Evolution and Religion May Not Be BFFs

best friendFrom Brint Montgomery, who teaches philosophy at Southern Nazarene University:

This week in The New York Times, Nicholas Wade reports on an archaeological dig that gives us “remarkable insight into the origin of religion.” Every society has sported its own religious history, and this can be interpreted as a favorable adjustment by evolution, he says: “Religion has the hallmarks of an evolved behavior, meaning that it exists because it was favored by natural selection. It is universal because it was wired into our neural circuitry before the ancestral human population dispersed from its African homeland.”
Wade draws a parallel with human language—just as we have the genetic predisposition to learn both our native language and native religion, so too is it culture that supplies the content of what is learned in both.
What is perhaps more controversial in the religion-as-favorable-variation assertion is how natural selection apparently operated on groups of humans, thus socially binding people together, favoring the community’s interest by introducing rules of self-restraint. Such variation motivated favorable attitudes toward rituals and to sacrifice in battles against outsiders. Over time, this group selection on religious behaviors would give some communities certain competitive advantages over others; hence, the genes controlling for those behaviors would become universal.
As a metaphysical matter, Wade delimits just what can be claimed: “That religious behavior was favored by natural selection neither proves nor disproves the existence of gods”—or of “God,” I’d add, depending on whether one decries grammar or polytheism; but his point is well taken. Still, I want to take a different angle and reflect not on what’s real (metaphysics), but on what we can know about such explanations (epistemology).
First, I’ll recount an “old school” problem. No one is correct who, for instance, stares through a high-powered, infrared telescope, notes the newly discovered 24-million-mile diameter dust ring around Saturn, and then subsequently posits how God has placed that dust ring there for a purpose—perhaps to beautify the solar system for our viewing pleasure. Such goal-directedness graffitied onto all entities within physics does vandalism to its methods as a science. However, I suspect that some of my pious peers will be sorely tempted to say that God has placed that religious impulse into the heart of humankind for a purpose—perhaps to quicken group solidarity of our africanus whatevericus ancestors for our survival advantage. Such goal-directedness graffitied onto biology is equally problematic.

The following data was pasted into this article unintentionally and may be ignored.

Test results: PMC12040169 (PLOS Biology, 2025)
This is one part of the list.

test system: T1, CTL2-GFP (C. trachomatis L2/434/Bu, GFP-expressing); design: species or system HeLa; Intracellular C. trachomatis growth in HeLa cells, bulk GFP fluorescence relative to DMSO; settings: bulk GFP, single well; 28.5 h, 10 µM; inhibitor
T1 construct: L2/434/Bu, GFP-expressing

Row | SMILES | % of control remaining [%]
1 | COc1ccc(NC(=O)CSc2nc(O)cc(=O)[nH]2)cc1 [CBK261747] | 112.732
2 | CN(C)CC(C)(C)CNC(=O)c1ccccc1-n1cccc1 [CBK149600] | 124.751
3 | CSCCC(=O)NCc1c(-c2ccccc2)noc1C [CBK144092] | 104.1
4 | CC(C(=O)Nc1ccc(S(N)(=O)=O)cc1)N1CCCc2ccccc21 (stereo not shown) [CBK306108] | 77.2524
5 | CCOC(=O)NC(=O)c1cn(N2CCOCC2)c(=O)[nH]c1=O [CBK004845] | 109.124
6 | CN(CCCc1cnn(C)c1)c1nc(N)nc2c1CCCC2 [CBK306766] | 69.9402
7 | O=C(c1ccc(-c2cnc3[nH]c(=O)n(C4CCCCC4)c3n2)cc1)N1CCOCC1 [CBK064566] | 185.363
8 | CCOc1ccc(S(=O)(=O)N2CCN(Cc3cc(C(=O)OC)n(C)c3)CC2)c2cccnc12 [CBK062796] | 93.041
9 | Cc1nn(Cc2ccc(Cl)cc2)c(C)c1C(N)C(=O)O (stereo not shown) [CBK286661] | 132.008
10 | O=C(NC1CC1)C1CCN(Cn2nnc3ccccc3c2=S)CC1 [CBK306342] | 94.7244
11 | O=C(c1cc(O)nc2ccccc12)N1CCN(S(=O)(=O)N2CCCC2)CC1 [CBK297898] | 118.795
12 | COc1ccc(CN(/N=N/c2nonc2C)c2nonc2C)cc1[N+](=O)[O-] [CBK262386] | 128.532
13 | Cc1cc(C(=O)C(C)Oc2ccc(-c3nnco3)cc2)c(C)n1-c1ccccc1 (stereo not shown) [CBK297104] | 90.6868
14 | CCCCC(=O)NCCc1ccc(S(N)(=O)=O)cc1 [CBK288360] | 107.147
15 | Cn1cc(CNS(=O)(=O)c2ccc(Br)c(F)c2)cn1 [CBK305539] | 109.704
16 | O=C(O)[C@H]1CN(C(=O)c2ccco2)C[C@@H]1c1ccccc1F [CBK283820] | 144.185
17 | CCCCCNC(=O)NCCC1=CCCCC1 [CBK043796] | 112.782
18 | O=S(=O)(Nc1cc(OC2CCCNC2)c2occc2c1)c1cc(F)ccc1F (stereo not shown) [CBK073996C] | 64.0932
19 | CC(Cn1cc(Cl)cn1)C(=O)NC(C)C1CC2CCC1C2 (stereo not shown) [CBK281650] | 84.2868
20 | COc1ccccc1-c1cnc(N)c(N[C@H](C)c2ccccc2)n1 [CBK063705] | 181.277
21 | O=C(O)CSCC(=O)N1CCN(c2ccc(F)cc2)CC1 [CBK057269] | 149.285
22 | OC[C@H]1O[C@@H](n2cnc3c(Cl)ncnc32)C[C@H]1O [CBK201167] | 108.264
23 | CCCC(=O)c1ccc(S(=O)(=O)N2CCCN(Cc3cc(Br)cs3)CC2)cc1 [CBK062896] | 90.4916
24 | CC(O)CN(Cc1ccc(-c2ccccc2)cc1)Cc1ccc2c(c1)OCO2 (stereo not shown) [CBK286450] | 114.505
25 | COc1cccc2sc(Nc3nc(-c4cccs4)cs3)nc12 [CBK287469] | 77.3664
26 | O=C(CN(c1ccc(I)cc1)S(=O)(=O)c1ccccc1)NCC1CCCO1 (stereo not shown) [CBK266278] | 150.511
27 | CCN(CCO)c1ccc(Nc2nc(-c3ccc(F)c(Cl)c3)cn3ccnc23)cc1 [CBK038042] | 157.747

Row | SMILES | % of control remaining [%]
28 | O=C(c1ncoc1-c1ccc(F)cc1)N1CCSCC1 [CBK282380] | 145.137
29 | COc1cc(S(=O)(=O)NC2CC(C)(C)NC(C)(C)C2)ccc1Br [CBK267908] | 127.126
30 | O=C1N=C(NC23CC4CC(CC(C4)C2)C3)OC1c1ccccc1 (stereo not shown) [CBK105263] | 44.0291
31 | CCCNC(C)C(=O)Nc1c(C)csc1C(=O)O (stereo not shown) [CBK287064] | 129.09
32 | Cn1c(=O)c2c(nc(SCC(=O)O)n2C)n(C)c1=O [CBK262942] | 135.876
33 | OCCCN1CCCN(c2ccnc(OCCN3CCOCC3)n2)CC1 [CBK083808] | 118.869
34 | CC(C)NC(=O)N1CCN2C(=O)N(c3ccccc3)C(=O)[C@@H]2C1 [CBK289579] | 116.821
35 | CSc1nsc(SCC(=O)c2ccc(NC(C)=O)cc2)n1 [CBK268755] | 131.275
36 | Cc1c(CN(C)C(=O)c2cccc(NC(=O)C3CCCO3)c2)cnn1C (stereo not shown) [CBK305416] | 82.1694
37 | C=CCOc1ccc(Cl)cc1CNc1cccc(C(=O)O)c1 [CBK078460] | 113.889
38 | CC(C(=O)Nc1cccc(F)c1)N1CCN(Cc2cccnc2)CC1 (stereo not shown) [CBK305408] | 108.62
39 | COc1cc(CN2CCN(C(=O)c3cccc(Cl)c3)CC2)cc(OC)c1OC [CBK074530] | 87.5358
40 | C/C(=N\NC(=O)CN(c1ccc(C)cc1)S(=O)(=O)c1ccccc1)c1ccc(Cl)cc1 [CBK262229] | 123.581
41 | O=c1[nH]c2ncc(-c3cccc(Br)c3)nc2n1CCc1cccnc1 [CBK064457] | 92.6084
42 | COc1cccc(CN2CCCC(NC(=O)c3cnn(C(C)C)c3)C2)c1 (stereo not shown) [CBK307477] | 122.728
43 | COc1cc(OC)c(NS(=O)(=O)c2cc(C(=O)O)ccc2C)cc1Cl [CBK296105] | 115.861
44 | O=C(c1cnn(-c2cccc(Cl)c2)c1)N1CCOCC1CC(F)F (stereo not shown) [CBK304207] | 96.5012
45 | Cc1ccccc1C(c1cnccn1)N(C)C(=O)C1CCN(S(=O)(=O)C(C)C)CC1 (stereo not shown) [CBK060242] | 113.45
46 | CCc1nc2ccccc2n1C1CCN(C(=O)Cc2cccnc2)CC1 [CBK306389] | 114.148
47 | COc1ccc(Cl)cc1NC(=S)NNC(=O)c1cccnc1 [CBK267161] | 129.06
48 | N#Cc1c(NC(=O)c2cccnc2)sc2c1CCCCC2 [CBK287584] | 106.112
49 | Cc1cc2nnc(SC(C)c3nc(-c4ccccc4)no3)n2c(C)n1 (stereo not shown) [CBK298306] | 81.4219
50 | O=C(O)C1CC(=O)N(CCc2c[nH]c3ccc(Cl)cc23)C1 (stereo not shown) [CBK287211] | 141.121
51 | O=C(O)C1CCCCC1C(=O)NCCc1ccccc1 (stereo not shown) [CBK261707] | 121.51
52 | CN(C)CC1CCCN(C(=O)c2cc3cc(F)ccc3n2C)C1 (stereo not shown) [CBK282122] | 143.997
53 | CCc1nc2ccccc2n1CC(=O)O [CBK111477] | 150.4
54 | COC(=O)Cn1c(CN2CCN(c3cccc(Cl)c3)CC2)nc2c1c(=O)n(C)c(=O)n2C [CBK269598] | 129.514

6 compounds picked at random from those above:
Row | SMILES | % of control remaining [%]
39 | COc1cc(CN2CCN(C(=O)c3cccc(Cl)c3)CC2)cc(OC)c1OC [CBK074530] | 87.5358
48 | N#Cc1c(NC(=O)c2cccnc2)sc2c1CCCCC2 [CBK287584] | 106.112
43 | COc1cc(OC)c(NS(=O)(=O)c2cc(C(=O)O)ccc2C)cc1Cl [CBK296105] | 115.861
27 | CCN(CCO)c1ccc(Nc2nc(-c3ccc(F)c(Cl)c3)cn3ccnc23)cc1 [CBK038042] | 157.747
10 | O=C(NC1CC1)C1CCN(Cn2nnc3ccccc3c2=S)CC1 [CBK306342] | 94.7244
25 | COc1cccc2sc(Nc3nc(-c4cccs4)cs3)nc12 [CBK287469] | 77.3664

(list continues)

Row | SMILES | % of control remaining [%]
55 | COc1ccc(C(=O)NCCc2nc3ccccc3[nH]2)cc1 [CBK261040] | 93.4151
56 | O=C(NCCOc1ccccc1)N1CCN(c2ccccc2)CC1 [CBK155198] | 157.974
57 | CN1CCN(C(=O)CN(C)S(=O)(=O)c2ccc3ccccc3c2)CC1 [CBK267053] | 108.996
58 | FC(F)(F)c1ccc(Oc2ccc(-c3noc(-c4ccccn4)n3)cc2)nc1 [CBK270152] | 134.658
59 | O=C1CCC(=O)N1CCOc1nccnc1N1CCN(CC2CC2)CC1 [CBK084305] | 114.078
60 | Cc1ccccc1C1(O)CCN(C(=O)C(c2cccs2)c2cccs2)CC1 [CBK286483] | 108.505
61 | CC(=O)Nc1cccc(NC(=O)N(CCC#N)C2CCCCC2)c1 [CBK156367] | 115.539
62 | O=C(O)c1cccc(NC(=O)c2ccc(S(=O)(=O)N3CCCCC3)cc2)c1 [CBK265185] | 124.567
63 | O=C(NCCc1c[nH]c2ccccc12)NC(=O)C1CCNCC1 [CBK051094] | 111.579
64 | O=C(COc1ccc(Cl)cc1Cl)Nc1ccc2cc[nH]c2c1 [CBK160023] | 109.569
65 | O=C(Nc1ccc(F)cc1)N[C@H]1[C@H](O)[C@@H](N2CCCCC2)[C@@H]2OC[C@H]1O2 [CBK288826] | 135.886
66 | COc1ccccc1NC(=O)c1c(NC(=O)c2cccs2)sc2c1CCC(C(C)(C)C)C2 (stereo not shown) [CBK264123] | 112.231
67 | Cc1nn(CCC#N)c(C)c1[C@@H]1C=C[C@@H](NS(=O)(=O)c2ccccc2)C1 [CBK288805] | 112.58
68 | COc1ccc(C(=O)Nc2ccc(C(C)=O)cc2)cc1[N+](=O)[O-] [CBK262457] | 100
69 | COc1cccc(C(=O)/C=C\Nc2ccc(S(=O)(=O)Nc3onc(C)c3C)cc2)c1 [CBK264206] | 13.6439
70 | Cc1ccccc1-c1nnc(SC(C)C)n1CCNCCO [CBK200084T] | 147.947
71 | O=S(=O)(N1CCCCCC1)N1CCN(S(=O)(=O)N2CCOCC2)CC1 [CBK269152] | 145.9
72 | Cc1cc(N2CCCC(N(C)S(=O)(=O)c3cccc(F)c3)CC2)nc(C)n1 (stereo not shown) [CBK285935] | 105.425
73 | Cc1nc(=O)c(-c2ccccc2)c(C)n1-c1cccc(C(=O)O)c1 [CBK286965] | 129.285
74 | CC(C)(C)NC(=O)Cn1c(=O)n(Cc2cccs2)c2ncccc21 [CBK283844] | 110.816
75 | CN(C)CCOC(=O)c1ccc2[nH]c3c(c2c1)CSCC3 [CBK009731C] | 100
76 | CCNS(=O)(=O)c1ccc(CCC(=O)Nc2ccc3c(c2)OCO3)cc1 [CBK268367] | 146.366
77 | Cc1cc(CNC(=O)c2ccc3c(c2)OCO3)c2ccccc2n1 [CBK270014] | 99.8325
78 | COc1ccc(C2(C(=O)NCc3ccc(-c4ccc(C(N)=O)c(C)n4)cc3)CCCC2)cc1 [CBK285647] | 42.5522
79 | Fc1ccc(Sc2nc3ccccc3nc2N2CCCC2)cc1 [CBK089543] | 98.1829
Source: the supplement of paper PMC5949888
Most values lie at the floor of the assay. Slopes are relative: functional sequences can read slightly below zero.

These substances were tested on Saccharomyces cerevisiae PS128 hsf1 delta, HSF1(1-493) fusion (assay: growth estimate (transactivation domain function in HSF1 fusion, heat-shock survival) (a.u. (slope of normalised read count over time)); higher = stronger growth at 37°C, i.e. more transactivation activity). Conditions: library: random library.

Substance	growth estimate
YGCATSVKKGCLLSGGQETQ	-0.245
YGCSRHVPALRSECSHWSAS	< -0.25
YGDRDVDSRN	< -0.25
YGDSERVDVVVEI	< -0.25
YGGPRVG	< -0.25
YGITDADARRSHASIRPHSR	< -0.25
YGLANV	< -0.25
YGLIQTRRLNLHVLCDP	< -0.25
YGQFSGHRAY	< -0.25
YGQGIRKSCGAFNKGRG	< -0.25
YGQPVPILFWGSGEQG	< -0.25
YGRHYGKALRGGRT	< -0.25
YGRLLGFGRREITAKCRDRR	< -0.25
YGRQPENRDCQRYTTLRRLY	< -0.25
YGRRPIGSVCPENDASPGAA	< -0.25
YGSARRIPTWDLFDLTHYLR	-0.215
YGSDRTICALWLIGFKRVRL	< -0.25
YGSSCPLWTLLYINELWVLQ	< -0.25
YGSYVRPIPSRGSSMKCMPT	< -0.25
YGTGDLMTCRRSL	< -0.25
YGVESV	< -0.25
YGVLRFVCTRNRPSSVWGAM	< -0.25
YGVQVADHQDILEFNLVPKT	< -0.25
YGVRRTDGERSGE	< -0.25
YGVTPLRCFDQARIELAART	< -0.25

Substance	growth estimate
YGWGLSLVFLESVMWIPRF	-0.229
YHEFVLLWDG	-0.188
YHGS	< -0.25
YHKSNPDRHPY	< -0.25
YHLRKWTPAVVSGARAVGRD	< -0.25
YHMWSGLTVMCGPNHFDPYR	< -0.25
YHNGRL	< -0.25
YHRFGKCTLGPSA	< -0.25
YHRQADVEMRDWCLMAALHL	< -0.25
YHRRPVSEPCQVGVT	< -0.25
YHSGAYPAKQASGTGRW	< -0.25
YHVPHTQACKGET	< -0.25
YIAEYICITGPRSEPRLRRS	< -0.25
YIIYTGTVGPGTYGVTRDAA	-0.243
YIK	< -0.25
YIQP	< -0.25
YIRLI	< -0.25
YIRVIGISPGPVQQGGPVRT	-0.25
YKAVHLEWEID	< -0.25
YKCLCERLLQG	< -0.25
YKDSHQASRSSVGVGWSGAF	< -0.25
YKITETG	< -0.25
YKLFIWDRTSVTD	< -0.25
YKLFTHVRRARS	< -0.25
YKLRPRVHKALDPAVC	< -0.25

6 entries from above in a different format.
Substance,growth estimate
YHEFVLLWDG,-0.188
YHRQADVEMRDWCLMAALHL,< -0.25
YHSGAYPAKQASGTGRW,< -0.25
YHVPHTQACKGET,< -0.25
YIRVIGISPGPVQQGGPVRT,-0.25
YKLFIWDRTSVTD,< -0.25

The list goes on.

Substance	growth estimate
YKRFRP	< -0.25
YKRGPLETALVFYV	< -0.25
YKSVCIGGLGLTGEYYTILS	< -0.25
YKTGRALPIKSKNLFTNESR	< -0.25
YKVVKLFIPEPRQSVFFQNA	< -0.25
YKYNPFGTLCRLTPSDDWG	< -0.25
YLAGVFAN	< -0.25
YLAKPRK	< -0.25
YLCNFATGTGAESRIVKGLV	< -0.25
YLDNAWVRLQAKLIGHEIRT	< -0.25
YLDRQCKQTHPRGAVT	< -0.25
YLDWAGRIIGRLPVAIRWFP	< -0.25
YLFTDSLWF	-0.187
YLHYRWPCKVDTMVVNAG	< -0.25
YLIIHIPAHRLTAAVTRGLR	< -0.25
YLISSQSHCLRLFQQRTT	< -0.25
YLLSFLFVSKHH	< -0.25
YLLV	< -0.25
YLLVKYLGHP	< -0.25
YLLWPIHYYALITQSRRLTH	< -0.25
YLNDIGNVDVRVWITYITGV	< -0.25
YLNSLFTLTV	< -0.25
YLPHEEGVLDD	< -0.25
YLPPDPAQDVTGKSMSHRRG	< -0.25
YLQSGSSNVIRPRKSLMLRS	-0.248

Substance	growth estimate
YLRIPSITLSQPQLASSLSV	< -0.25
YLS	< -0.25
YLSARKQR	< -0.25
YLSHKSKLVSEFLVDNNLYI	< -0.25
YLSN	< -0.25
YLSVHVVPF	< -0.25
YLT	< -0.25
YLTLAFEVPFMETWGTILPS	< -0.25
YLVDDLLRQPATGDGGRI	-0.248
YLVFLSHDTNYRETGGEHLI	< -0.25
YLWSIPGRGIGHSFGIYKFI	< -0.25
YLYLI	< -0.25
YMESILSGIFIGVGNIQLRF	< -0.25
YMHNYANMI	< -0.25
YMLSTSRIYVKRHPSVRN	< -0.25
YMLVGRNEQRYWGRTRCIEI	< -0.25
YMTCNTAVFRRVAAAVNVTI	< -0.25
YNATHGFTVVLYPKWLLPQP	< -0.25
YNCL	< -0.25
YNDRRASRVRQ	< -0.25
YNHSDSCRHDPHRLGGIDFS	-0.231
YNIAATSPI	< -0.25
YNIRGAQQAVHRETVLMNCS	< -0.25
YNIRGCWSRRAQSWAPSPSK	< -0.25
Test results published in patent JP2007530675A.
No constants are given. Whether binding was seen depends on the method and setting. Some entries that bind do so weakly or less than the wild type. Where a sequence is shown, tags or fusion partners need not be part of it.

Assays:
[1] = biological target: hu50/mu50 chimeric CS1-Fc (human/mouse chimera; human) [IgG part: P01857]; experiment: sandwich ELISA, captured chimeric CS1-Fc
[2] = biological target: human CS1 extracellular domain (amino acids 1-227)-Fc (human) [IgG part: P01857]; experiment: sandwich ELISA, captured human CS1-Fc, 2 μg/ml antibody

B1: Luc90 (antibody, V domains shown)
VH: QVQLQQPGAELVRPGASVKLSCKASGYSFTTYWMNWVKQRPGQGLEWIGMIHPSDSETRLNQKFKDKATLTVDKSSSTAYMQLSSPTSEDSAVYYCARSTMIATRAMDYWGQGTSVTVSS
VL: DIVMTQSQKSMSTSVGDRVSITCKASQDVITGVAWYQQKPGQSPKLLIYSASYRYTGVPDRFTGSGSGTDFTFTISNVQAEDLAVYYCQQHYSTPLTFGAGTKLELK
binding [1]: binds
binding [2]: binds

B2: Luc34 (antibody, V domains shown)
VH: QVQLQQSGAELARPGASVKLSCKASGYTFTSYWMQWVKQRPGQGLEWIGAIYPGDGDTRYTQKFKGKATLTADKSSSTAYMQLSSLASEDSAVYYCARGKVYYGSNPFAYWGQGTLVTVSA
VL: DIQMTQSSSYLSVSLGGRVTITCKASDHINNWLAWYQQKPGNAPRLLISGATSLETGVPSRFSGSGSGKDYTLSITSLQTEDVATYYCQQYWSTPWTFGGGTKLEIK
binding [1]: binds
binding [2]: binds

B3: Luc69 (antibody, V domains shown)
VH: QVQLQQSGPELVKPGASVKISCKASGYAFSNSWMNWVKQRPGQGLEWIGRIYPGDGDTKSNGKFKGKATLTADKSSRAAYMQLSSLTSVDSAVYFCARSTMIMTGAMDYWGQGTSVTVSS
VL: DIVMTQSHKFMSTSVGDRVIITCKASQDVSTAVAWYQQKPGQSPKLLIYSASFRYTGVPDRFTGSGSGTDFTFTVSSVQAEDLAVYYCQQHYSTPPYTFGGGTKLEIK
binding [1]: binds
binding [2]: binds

Second, I raise a caution about future fights, or even break ups, between evolutionary explanations and religious assessments. By means of evolution, a trait might evolve for one reason, but have its beneficial effects for quite another reason once the trait has expressed itself. A function of a trait can come to vary over time. For example, Wade notes that religion would embolden community members to give their lives in battle against outsiders. But if human culture were to eventually see the true folly of war, and thus outlaw it at a planetary level (much as it has done for slavery), then that beneficial effect for group solidarity would no longer offer a fitness advantage—at least for the mere benefit of better cooperation in warfare conditions (since there would no longer be war). In this hypothetical case, religion would function something like an appendix or the tailbone, a vestigal leftover from a time long ago, for survival conditions that no longer exist.  (Vestigal organs are structures remaining or surviving in a degenerate, atrophied, or imperfect condition or form. Many animals have them.)
Some people are born without appendices, and if it could be shown, as is occasionally argued, that some people are just not genetically inclined to interpret their own inner experiences as religious people do, then “nonreligionism” (something akin to an I-don’t-care version of atheism or agnosticism) in some form or function could come into vogue as the best fitness condition for human group selection.
So, for as long as humans choose to maintain themselves as biological beings, whether religion would or would not offer the human species any sort of survival advantage remains a contingent matter. In other words, the current romance between evolution and religion may indeed be offering a fitness advantage, but there will always be the opportunity for a big break up.

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